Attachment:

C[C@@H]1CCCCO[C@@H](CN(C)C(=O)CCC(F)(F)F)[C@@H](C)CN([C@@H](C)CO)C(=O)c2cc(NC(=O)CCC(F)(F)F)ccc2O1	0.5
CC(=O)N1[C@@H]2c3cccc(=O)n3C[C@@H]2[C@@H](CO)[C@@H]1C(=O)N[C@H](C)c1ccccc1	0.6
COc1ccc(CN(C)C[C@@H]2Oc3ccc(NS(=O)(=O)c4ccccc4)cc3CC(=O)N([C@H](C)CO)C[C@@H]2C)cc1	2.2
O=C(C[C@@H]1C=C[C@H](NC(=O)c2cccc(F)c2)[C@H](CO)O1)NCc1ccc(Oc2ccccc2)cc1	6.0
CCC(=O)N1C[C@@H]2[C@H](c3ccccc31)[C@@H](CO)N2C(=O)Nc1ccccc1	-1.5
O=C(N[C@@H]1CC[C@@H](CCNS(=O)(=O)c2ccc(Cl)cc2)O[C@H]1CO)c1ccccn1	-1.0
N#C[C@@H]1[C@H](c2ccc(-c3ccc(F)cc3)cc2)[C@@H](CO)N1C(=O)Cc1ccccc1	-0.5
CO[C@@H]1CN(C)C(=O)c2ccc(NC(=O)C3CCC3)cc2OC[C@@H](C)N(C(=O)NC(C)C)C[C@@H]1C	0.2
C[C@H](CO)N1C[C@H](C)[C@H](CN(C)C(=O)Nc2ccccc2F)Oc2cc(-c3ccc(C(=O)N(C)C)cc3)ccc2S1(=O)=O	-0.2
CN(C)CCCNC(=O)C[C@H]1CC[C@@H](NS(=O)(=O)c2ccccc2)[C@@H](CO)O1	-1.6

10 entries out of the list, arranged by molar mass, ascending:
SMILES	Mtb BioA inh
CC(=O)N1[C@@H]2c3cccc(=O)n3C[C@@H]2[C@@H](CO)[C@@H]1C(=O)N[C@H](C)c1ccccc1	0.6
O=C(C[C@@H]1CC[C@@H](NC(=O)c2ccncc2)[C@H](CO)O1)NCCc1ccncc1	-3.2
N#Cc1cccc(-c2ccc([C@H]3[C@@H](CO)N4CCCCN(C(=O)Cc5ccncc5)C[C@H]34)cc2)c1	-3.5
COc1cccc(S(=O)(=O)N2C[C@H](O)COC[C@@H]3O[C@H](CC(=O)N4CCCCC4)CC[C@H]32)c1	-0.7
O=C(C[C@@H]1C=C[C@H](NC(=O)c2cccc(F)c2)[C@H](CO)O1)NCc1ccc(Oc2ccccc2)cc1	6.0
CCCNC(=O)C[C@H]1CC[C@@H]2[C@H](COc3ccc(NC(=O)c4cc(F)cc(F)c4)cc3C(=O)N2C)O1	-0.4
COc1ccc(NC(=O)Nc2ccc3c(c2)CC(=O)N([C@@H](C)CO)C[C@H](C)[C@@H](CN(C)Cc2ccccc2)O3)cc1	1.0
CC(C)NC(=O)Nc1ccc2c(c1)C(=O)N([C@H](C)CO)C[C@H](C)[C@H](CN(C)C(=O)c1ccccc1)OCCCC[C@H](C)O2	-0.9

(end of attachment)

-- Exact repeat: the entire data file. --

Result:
C[C@@H]1CCCCO[C@@H](CN(C)C(=O)CCC(F)(F)F)[C@@H](C)CN([C@@H](C)CO)C(=O)c2cc(NC(=O)CCC(F)(F)F)ccc2O1	0.5
CC(=O)N1[C@@H]2c3cccc(=O)n3C[C@@H]2[C@@H](CO)[C@@H]1C(=O)N[C@H](C)c1ccccc1	0.6
COc1ccc(CN(C)C[C@@H]2Oc3ccc(NS(=O)(=O)c4ccccc4)cc3CC(=O)N([C@H](C)CO)C[C@@H]2C)cc1	2.2
O=C(C[C@@H]1C=C[C@H](NC(=O)c2cccc(F)c2)[C@H](CO)O1)NCc1ccc(Oc2ccccc2)cc1	6.0
CCC(=O)N1C[C@@H]2[C@H](c3ccccc31)[C@@H](CO)N2C(=O)Nc1ccccc1	-1.5
O=C(N[C@@H]1CC[C@@H](CCNS(=O)(=O)c2ccc(Cl)cc2)O[C@H]1CO)c1ccccn1	-1.0
N#C[C@@H]1[C@H](c2ccc(-c3ccc(F)cc3)cc2)[C@@H](CO)N1C(=O)Cc1ccccc1	-0.5
CO[C@@H]1CN(C)C(=O)c2ccc(NC(=O)C3CCC3)cc2OC[C@@H](C)N(C(=O)NC(C)C)C[C@@H]1C	0.2
C[C@H](CO)N1C[C@H](C)[C@H](CN(C)C(=O)Nc2ccccc2F)Oc2cc(-c3ccc(C(=O)N(C)C)cc3)ccc2S1(=O)=O	-0.2
CN(C)CCCNC(=O)C[C@H]1CC[C@@H](NS(=O)(=O)c2ccccc2)[C@@H](CO)O1	-1.6

10 entries out of the list, arranged by molar mass, ascending:
SMILES	Mtb BioA inh
CC(=O)N1[C@@H]2c3cccc(=O)n3C[C@@H]2[C@@H](CO)[C@@H]1C(=O)N[C@H](C)c1ccccc1	0.6
O=C(C[C@@H]1CC[C@@H](NC(=O)c2ccncc2)[C@H](CO)O1)NCCc1ccncc1	-3.2
N#Cc1cccc(-c2ccc([C@H]3[C@@H](CO)N4CCCCN(C(=O)Cc5ccncc5)C[C@H]34)cc2)c1	-3.5
COc1cccc(S(=O)(=O)N2C[C@H](O)COC[C@@H]3O[C@H](CC(=O)N4CCCCC4)CC[C@H]32)c1	-0.7
O=C(C[C@@H]1C=C[C@H](NC(=O)c2cccc(F)c2)[C@H](CO)O1)NCc1ccc(Oc2ccccc2)cc1	6.0
CCCNC(=O)C[C@H]1CC[C@@H]2[C@H](COc3ccc(NC(=O)c4cc(F)cc(F)c4)cc3C(=O)N2C)O1	-0.4
COc1ccc(NC(=O)Nc2ccc3c(c2)CC(=O)N([C@@H](C)CO)C[C@H](C)[C@@H](CN(C)Cc2ccccc2)O3)cc1	1.0
CC(C)NC(=O)Nc1ccc2c(c1)C(=O)N([C@H](C)CO)C[C@H](C)[C@H](CN(C)C(=O)c1ccccc1)OCCCC[C@H](C)O2	-0.9